Now one might still say that it’s Joe’s fault because he freely chose; but at this point I think we’re at a metaphysical impasse. I think some want to use “free will” here as a way to absolve God of blame. Yes, He made Joe and every aspect of his personality, and put him in Universe X, where he will certainly be damned, as opposed to Universe Y, in which God foresees that Joe would not have chosen so as to be damned; but Joe is still free, so the fact that God essentially set him up is still not His fault.
This is more or less the argument of “free” as “lacking exterior compulsion or duress” vs. “free” as “able to decide otherwise”. In the first case, God doesn’t “force” Joe to do the things that lead to his damnation, any more than in the dog analogy I “force” the dog to chase the car that runs over it. This is essentially the viewpoint of soft determinism or compatiblism. Many forms of Calvinism tend towards this view; that is, no matter what the biological inclinations and desires, family background, etc. that Joe may have, he is still free to choose options in a real sense. By way of contrast, incompatibilism–which is the perspective both of those who assert the existence of free will and also of those who assert so-called “hard” determinism–argues that pure determinism cannot be reconciled with true human free will.
If this is your perspective, then I guess there’s nothing more to say, since you apparently don’t mean by “fault” or “responsibility” what I do (once more, see the discussion here). I think God is on the hook there, and Joe’s freedom doesn’t absolve Him.
1. God is supposed to be perfectly loving and to desire the salvation of all.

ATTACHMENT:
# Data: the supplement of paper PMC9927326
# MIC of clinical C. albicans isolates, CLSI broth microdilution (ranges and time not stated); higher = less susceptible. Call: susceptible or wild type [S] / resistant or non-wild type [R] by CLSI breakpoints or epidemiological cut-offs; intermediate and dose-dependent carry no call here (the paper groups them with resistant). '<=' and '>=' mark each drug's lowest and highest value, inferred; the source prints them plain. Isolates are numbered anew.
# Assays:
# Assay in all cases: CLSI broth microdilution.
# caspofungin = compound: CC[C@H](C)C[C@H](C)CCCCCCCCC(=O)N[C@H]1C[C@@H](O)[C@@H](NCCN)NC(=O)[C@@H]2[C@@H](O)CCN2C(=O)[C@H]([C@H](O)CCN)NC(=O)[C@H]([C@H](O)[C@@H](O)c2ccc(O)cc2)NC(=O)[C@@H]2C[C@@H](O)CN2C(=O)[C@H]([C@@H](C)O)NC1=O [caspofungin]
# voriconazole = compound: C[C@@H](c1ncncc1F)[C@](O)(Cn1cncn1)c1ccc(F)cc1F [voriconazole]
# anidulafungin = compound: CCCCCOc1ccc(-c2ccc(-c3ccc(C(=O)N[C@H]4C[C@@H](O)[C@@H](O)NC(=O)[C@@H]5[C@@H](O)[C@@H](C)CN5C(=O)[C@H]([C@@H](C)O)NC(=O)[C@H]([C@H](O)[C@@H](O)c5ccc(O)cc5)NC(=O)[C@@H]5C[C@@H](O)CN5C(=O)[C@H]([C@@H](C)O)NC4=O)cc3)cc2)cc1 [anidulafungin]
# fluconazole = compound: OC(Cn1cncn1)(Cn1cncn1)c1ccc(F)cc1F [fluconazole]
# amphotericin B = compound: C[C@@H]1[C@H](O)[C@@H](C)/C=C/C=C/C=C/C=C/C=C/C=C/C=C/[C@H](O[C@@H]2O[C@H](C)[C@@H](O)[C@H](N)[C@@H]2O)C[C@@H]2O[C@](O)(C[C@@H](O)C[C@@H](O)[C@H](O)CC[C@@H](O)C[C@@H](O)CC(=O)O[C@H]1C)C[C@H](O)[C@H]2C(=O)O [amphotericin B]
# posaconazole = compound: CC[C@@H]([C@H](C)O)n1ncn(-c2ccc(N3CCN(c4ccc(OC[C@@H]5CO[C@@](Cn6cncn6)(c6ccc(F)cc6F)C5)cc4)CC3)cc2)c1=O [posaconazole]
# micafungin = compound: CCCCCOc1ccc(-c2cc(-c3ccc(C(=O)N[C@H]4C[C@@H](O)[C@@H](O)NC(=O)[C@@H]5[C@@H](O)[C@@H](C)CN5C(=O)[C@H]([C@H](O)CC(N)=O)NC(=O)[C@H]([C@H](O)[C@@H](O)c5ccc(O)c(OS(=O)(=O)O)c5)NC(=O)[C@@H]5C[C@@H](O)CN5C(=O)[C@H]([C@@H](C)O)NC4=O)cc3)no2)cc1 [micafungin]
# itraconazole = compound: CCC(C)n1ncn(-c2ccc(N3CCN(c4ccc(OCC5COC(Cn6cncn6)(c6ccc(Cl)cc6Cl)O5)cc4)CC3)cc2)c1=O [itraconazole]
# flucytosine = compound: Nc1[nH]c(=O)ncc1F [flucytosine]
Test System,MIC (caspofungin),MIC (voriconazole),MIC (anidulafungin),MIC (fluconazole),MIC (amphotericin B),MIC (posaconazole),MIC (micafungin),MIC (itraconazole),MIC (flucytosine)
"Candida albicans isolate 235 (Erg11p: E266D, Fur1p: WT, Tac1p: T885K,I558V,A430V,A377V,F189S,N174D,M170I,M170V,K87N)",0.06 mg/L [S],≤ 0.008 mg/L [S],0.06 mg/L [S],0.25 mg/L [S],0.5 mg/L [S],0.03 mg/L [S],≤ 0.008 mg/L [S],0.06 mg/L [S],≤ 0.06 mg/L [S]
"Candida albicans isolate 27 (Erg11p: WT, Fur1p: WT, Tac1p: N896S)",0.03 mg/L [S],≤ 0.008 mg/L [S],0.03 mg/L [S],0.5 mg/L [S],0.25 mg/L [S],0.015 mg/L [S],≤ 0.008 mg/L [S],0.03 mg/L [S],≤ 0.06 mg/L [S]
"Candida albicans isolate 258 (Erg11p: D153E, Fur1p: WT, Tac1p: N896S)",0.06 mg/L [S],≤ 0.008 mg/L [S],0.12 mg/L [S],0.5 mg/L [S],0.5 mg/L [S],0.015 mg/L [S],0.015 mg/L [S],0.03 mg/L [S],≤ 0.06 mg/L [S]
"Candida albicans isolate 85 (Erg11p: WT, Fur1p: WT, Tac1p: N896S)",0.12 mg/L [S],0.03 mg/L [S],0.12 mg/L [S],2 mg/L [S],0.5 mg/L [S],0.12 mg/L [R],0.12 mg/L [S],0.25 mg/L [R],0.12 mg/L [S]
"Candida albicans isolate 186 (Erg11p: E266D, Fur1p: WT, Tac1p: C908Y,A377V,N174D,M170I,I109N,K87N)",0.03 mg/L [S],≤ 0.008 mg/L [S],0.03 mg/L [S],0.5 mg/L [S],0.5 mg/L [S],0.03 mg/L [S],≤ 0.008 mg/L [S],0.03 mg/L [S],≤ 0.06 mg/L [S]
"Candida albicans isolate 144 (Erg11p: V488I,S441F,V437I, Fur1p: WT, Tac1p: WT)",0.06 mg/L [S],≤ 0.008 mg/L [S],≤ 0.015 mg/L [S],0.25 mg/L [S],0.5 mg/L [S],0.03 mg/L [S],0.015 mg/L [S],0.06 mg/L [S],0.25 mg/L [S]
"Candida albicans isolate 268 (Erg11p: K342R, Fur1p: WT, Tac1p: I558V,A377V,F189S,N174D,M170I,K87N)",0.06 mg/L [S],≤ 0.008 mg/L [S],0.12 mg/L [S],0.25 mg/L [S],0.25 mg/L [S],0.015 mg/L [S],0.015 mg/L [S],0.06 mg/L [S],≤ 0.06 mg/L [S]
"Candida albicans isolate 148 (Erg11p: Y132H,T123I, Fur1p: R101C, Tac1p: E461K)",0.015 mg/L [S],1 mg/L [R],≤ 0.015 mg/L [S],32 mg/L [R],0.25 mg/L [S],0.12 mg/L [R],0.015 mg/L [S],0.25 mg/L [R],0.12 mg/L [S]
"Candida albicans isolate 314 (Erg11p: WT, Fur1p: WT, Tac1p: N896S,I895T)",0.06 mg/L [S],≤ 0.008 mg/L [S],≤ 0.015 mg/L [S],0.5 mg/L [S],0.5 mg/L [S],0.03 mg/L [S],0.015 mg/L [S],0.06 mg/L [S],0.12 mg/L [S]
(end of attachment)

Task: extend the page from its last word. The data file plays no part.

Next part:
2. Since He can foresee all results, even of free choices, with perfect accuracy, He can be said, in effect, to choose how many will be damned, since He knows the exact outcome of every decision of every being in every cosmos He could create. He knows, e.g., that in Universe C only three percent of the humans will ultimately be damned, but that in Universe D, all of them will be. By choosing to make Universe D, God would be deliberately choosing the damnation and eternal suffering of everyone in it, even if each person freely chose the actions resulting in this.
3. From 1, it would seem that God would choose the universe with the fewest damned. Arguably, He would not choose to make a universe in which any were damned. Of course that gets into “best possible world” stuff–it’s better to have ten million damned and four million saved than to have a world where none are saved–but this is fatuous, and Voltaire did a better takedown of this line of thinking than I ever could. There is no way we can make determinations like that (who says the four million saved is worth the ten million damned, anyway?), not least that since damnation and salvation are eternal, it becomes difficult to put valuations on those states. Anything claiming otherwise is mere assertion.
4. Thus, assuming the traditional view that most are damned (let’s say 95%, just to put a number on it), it seems odd that God would have made this universe, rather than one in which only 50% were damned, or 25%, or 10%, or 0%. My opinion is that He did, in fact, make one in which 0% are damned (not to say they don’t undergo lengthy purgation; I’m talking about eternal damnation). To be explicit, I think He made a world in which 0% are ultimately damned, and that world is this one. We are, after all, discussing universalism.
5. Thus, if you assert otherwise, it seems that either you’re saying that somehow 95% damned is congruent with God’s love and mercy–which is fine, but it’s hard to see how that works; or that you’ve got to say that God couldn’t make a universe with better stats. I don’t see how you prove that; and if God is all-loving, I don’t see why he’d even make such a crummy cosmos in the first place.
I doubt any of this changes your mind, which is fine; but perhaps it puts things in a clearer light in terms of what I’m arguing.
Next: A couple more refinements, followed by a look at the motivating factors behind those with the beliefs against which I argued in this post.
Part of the series Universalism (What the Hell?!)